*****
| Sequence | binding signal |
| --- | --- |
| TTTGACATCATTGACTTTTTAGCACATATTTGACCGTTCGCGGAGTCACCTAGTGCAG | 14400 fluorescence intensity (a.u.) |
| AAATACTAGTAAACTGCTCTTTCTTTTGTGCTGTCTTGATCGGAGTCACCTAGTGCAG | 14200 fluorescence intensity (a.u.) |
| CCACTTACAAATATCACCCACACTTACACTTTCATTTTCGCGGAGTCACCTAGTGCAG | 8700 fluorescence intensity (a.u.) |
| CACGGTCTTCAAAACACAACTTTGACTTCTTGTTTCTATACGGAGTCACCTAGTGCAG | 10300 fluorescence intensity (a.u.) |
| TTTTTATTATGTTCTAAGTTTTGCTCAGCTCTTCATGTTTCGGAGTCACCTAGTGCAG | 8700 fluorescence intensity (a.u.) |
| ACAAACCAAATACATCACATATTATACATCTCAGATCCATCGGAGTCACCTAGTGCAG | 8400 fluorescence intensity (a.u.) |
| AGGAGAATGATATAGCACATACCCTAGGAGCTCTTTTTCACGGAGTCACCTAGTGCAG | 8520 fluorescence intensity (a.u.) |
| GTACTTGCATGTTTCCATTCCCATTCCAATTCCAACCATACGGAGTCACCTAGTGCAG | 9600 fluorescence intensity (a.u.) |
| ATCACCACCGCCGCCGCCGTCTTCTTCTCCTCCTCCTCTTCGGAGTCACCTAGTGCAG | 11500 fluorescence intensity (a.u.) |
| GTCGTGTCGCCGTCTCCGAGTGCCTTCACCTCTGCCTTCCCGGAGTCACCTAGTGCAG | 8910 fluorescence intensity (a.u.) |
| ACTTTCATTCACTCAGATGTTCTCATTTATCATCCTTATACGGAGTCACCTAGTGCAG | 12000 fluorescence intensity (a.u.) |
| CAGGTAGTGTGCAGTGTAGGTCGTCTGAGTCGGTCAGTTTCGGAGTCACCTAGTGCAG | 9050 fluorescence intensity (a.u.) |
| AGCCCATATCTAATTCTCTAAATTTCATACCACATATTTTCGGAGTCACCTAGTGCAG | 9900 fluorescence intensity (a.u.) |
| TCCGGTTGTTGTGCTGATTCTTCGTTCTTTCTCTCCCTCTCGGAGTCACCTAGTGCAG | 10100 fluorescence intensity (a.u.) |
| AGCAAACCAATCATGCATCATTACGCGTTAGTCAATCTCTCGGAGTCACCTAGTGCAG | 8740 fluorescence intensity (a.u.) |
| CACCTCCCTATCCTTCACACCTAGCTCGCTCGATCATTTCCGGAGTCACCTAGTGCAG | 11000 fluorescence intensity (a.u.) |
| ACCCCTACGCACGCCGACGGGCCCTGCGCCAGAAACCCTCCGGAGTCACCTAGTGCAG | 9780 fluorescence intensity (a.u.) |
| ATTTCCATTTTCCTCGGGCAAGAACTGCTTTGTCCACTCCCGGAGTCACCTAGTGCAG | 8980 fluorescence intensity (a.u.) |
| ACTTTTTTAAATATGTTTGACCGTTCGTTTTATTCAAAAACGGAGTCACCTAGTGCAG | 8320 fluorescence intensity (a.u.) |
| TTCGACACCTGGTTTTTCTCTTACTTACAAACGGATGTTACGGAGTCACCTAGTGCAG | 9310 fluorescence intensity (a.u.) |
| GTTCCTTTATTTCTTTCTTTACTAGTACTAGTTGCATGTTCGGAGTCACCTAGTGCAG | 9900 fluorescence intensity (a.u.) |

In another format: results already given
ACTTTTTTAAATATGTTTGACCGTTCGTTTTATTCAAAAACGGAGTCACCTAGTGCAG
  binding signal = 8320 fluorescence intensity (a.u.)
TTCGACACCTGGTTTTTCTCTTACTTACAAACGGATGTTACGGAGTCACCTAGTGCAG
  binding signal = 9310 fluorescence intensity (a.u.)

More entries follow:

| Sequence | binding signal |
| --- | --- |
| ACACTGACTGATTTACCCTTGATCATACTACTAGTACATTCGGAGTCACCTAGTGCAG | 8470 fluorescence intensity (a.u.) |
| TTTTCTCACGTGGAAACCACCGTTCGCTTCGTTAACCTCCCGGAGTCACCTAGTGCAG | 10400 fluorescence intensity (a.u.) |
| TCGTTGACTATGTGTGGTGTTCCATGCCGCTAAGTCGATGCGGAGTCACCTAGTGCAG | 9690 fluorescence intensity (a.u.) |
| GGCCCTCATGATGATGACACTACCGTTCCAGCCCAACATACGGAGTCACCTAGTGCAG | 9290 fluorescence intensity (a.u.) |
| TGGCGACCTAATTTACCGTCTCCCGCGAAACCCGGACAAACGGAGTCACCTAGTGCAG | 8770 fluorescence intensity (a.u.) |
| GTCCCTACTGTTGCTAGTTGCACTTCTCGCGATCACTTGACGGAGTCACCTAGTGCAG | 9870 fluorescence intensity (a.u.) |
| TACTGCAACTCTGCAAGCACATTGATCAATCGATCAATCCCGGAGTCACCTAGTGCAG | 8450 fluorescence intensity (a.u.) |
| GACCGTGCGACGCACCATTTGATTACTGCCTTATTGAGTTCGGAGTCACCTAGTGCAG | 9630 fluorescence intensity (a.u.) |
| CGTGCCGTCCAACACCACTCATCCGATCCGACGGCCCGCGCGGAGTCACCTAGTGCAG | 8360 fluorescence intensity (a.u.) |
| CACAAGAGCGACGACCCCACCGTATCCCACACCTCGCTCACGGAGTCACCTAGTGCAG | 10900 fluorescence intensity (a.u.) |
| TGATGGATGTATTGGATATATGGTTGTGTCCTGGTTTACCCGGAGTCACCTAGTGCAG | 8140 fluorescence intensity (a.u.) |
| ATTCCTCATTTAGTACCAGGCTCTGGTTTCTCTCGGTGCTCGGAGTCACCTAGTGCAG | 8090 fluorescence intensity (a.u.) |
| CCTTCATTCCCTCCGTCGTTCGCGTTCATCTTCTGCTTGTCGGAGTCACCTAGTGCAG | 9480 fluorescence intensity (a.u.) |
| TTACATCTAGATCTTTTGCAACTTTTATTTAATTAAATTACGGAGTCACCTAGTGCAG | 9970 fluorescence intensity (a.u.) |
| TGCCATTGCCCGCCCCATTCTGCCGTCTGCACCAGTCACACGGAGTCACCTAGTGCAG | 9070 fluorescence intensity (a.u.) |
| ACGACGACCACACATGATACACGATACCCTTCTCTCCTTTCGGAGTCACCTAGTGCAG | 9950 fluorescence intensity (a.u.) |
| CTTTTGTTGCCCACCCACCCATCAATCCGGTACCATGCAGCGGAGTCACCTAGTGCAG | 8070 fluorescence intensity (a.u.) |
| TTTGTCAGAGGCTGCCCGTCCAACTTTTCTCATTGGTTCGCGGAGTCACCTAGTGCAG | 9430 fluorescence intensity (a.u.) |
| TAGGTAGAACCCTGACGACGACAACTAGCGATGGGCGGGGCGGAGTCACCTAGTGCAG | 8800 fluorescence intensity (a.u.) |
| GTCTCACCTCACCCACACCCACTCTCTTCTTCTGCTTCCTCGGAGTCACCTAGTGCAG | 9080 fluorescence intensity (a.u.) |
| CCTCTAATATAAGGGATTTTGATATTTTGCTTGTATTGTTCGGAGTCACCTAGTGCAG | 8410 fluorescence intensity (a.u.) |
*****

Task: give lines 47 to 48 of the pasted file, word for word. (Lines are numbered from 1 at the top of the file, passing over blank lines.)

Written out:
| ACGACGACCACACATGATACACGATACCCTTCTCTCCTTTCGGAGTCACCTAGTGCAG | 9950 fluorescence intensity (a.u.) |
| CTTTTGTTGCCCACCCACCCATCAATCCGGTACCATGCAGCGGAGTCACCTAGTGCAG | 8070 fluorescence intensity (a.u.) |